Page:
How Faculty Can Help Student Parents Succeed

Larissa M. Mercado-López offers advice for how faculty members can better support student who are parents as well as those who are caregivers in other ways.

November 30, 2018
 
 

According to the Institute for Women’s Policy Research, 26 percent of undergraduate students in the United States have dependents under the age of 18, and students of color are even more likely to be parents (30 percent). As many as 70 percent of student parents are women, and the data indicates that their population is steadily growing. Many student parents are single.

Parents who did not have the opportunity to attend college before, who served in the military immediately after high school or who have discovered that a college degree is necessary to improve their quality of life are entering community colleges and four-year undergraduate institutions in search of diplomas and opportunities. But many campuses fail to recognize student parents in their institutional narratives and outreach and retention efforts. While much of the language of college students emphasizes getting prospective students “college ready,” we should prepare institutions, particularly their faculty, to be student-parent ready.

Universities are slowly improving to acknowledge and better serve this significant student population. But while policy researchers have provided general statistics on student parents, individual institutions rarely formally collect data on those students. That’s partly because of the hegemonic narrative about “the” path to a degree. This traditional narrative perpetuates the stigmas of pregnancy and parenthood, making the struggles of pregnant and parenting students invisible.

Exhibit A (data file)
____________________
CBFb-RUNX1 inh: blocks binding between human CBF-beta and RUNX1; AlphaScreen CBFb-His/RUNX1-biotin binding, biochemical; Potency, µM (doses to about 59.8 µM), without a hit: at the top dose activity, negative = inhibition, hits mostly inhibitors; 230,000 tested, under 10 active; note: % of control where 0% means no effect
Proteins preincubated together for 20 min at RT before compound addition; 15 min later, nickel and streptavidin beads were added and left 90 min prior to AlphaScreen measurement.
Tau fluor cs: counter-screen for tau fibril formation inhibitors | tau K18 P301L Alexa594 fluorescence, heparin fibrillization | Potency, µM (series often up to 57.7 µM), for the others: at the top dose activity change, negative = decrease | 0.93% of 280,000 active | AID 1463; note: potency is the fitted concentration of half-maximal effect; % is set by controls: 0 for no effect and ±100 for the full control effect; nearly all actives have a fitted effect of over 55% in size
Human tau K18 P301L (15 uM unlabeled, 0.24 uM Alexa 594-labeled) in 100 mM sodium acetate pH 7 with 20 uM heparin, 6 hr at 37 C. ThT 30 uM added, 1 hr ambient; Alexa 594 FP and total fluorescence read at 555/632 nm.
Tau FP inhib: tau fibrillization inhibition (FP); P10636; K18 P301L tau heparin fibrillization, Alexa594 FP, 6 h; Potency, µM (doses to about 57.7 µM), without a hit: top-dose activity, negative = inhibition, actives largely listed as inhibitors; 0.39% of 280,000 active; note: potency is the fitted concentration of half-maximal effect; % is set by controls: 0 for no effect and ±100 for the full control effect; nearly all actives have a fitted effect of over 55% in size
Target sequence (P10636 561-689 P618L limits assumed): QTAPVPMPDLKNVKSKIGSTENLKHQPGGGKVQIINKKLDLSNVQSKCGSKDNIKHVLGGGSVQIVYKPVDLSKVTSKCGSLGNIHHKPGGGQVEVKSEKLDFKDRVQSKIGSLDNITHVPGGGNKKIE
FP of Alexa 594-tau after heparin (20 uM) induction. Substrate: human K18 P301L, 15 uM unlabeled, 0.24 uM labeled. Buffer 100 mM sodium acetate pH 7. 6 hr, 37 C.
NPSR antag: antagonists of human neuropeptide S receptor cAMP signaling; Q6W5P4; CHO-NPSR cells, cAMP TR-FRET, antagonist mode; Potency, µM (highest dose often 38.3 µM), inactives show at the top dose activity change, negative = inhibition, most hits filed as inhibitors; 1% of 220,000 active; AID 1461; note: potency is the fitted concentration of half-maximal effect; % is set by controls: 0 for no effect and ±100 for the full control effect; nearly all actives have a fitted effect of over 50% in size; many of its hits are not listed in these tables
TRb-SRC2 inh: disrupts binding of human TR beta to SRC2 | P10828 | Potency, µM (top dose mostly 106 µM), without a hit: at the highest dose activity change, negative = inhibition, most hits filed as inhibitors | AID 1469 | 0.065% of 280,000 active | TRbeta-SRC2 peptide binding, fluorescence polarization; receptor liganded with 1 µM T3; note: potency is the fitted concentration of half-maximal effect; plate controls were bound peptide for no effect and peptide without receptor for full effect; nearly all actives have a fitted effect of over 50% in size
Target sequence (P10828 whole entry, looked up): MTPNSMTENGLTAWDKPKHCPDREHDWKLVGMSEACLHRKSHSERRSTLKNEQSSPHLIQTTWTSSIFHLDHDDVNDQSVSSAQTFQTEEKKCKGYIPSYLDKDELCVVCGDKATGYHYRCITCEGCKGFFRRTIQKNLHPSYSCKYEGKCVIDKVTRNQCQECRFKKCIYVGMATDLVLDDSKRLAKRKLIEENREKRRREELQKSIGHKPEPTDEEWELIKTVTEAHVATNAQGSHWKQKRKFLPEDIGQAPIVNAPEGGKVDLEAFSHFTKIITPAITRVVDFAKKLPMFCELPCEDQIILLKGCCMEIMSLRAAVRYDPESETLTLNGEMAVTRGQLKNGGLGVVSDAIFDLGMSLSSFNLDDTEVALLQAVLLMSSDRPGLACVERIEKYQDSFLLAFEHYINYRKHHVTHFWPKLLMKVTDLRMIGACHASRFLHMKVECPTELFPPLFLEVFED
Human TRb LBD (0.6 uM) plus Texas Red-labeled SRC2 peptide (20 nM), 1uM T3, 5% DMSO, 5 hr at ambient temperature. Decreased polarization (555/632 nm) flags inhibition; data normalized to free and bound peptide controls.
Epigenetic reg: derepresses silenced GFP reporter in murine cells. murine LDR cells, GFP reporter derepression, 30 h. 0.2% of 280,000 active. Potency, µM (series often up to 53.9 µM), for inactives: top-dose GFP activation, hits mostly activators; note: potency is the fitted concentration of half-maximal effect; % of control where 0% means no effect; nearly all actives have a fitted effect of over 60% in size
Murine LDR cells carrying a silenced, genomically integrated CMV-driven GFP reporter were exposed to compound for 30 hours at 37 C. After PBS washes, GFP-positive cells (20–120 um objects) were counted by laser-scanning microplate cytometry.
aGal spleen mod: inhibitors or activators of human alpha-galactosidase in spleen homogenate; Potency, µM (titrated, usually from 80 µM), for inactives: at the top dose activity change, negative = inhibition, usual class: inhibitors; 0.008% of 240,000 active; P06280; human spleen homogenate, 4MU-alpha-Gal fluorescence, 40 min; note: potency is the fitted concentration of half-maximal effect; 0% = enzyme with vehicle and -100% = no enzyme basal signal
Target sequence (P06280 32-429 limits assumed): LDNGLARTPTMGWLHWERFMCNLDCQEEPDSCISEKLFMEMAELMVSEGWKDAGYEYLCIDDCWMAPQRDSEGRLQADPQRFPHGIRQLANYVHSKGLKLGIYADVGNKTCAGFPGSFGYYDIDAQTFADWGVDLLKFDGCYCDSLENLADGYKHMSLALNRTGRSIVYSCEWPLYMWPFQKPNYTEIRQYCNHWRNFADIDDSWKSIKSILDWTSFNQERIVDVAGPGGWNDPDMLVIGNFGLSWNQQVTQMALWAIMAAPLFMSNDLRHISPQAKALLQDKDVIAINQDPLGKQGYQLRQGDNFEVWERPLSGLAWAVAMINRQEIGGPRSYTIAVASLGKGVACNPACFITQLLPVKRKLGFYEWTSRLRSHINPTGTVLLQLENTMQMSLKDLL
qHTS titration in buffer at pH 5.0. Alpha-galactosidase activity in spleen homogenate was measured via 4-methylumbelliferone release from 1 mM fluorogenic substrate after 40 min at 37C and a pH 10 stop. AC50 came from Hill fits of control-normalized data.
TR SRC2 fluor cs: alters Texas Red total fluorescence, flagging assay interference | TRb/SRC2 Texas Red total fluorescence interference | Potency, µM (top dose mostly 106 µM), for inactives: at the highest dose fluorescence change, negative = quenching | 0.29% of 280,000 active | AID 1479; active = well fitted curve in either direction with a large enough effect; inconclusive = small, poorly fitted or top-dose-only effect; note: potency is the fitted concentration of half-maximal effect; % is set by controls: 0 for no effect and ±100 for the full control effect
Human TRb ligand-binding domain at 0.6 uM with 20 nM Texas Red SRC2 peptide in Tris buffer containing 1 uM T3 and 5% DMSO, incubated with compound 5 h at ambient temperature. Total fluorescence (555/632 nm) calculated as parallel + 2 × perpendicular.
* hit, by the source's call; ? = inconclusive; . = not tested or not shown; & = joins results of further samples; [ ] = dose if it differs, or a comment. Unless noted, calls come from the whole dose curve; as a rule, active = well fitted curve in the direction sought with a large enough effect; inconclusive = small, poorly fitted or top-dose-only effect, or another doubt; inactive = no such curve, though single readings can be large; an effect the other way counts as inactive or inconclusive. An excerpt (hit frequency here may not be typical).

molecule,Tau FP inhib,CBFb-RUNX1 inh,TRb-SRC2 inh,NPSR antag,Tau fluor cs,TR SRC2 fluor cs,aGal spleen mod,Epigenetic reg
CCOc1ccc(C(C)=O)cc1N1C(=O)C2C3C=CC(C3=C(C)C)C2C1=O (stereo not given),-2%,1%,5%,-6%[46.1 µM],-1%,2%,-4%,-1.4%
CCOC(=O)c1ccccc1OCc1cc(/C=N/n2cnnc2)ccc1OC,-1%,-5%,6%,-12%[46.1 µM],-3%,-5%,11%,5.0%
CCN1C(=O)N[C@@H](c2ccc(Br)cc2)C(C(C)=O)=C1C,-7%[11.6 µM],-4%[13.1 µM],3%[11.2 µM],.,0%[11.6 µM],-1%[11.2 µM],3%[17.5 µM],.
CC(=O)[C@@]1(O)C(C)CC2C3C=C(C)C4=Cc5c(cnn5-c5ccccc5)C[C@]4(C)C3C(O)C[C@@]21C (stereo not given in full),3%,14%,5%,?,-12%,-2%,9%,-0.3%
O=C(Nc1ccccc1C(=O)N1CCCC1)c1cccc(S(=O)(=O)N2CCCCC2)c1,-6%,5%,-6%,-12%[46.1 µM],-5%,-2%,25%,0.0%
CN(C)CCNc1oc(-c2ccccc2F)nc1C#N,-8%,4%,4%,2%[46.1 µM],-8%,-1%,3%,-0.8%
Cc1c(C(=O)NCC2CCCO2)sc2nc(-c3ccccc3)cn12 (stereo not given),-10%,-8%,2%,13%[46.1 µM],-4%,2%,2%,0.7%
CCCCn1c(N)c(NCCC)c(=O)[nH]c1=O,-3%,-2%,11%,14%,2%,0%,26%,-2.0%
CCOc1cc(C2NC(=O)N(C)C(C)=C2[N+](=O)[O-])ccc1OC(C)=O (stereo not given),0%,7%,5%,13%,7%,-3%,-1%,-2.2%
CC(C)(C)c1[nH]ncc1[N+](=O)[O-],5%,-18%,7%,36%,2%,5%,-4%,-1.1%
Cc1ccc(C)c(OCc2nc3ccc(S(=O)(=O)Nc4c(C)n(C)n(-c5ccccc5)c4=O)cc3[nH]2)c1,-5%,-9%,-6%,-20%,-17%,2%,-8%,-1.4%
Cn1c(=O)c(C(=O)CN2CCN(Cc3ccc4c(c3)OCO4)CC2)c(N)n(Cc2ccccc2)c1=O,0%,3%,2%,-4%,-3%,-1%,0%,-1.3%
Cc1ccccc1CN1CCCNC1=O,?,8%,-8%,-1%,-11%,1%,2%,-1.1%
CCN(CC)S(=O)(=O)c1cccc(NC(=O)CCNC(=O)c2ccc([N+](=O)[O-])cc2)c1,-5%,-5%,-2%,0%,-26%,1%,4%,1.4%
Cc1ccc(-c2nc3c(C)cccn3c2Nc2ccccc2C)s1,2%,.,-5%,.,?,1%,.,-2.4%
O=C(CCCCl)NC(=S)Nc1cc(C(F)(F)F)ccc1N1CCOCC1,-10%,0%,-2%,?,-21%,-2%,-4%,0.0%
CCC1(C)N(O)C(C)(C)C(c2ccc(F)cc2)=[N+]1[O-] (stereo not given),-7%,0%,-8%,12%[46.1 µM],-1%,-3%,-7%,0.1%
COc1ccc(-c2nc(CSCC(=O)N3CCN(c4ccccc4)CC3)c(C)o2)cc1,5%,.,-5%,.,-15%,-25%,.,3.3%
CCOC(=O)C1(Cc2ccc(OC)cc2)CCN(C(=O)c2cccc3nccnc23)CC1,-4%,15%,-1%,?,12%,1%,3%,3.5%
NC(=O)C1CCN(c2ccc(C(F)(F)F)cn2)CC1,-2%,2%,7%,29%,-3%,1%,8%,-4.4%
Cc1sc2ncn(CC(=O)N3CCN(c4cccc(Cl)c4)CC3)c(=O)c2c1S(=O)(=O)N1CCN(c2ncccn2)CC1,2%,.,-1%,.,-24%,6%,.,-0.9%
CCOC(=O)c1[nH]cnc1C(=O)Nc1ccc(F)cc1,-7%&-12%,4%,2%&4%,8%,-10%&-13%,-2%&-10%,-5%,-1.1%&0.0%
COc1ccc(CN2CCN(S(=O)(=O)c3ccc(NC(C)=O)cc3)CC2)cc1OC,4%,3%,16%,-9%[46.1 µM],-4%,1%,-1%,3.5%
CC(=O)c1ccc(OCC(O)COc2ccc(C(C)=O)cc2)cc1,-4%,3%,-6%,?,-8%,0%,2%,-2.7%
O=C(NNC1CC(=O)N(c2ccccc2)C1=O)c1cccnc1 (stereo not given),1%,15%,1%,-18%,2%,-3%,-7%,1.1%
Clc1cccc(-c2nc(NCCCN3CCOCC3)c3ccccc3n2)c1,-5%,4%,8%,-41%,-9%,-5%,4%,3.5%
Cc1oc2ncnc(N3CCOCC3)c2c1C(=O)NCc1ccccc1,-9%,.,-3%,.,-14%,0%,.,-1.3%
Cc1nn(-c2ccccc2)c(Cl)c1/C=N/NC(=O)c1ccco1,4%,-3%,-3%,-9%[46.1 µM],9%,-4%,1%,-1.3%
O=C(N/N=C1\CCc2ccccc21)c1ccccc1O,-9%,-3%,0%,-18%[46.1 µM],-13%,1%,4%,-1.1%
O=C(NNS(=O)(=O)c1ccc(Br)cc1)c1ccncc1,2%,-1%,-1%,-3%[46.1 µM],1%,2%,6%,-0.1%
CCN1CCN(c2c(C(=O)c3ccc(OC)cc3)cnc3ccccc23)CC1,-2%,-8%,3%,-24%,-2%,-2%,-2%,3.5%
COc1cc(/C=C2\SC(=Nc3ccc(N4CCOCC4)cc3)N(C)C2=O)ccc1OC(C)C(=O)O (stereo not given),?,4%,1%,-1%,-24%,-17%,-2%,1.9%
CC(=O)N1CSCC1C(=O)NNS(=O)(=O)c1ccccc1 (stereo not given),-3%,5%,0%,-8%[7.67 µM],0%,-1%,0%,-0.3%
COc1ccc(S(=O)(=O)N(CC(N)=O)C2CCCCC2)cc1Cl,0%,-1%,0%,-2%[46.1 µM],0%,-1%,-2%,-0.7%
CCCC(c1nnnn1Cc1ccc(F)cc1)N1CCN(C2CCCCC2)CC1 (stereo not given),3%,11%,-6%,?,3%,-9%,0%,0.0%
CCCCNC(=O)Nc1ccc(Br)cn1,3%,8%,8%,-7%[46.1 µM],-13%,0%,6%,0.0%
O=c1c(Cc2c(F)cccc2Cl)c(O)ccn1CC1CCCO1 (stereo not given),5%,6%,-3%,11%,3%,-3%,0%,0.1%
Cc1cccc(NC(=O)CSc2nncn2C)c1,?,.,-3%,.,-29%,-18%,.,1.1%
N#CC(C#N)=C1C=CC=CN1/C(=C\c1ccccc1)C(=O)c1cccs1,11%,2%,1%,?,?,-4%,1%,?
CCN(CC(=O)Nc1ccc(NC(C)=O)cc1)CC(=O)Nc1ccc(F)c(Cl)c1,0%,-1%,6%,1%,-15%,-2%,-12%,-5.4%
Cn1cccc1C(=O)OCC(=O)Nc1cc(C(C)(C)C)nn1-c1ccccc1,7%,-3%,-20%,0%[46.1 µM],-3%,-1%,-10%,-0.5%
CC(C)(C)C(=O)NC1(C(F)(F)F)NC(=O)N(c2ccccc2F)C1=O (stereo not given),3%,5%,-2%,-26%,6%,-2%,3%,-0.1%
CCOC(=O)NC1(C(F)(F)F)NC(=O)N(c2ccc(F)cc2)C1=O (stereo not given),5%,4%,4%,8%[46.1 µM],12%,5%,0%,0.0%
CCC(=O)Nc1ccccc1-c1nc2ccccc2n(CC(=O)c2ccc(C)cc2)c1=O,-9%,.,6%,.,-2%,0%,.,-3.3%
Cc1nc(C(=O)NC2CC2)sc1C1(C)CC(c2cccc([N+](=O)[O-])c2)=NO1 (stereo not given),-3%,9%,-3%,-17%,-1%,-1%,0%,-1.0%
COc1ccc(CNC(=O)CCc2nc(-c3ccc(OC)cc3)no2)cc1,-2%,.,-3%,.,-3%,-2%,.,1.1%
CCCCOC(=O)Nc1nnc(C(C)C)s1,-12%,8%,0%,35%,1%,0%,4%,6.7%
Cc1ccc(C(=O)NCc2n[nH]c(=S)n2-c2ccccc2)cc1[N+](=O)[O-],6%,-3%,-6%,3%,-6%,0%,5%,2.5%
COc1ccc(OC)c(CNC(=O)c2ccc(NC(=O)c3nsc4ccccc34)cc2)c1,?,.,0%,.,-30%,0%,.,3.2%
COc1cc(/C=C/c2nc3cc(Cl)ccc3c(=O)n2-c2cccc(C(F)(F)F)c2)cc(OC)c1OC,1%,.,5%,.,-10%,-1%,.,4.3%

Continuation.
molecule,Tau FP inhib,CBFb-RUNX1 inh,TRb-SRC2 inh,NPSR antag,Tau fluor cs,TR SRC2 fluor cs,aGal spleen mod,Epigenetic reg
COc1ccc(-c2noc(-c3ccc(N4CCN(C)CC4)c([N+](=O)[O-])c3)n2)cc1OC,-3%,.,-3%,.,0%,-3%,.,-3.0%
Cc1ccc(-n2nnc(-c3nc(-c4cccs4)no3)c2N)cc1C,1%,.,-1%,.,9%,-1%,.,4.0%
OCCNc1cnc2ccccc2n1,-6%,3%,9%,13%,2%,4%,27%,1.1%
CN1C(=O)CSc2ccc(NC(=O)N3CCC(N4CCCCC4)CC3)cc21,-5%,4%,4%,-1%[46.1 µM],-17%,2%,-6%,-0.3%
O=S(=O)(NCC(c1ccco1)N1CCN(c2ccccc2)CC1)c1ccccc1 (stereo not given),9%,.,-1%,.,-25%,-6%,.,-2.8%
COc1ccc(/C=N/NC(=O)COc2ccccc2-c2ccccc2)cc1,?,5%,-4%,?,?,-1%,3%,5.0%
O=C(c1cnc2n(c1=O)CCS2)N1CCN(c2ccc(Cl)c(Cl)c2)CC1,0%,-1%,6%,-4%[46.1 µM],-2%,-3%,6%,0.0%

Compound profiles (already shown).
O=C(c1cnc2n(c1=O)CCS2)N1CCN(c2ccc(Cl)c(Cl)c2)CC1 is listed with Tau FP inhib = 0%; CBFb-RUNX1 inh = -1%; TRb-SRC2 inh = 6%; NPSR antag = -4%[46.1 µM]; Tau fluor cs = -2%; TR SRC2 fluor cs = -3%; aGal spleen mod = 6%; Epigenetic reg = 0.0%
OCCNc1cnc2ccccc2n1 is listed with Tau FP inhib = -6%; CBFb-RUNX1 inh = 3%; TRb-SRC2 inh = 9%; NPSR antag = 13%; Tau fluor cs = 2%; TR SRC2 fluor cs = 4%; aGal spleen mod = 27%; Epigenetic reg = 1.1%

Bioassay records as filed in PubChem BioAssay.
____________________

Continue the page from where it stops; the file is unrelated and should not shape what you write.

In a 2016 survey that I administered to student parents on my campus, students said that they felt “judged” by their peers and were “made to feel incompetent,” particularly when revealing pregnancies to professors. Students I speak to -- in addition to my own personal experience as a three-time student parent -- reveal contradictory feelings of shame and pride, powerlessness and empowerment, as they navigate the terrain of the university and their own family lives.

In my survey, feelings of empowerment correlated with knowledge of pregnancy rights under Title IX. Those who were not knowledgeable about Title IX were more likely to receive lower grades if they were absent due to pregnancy and delivery, which are excused under Title IX. That suggests several things: 1) students who are knowledgeable about their rights are better advocates for themselves, and 2) faculty members who are not knowledgeable about pregnancy rights are more likely to violate them.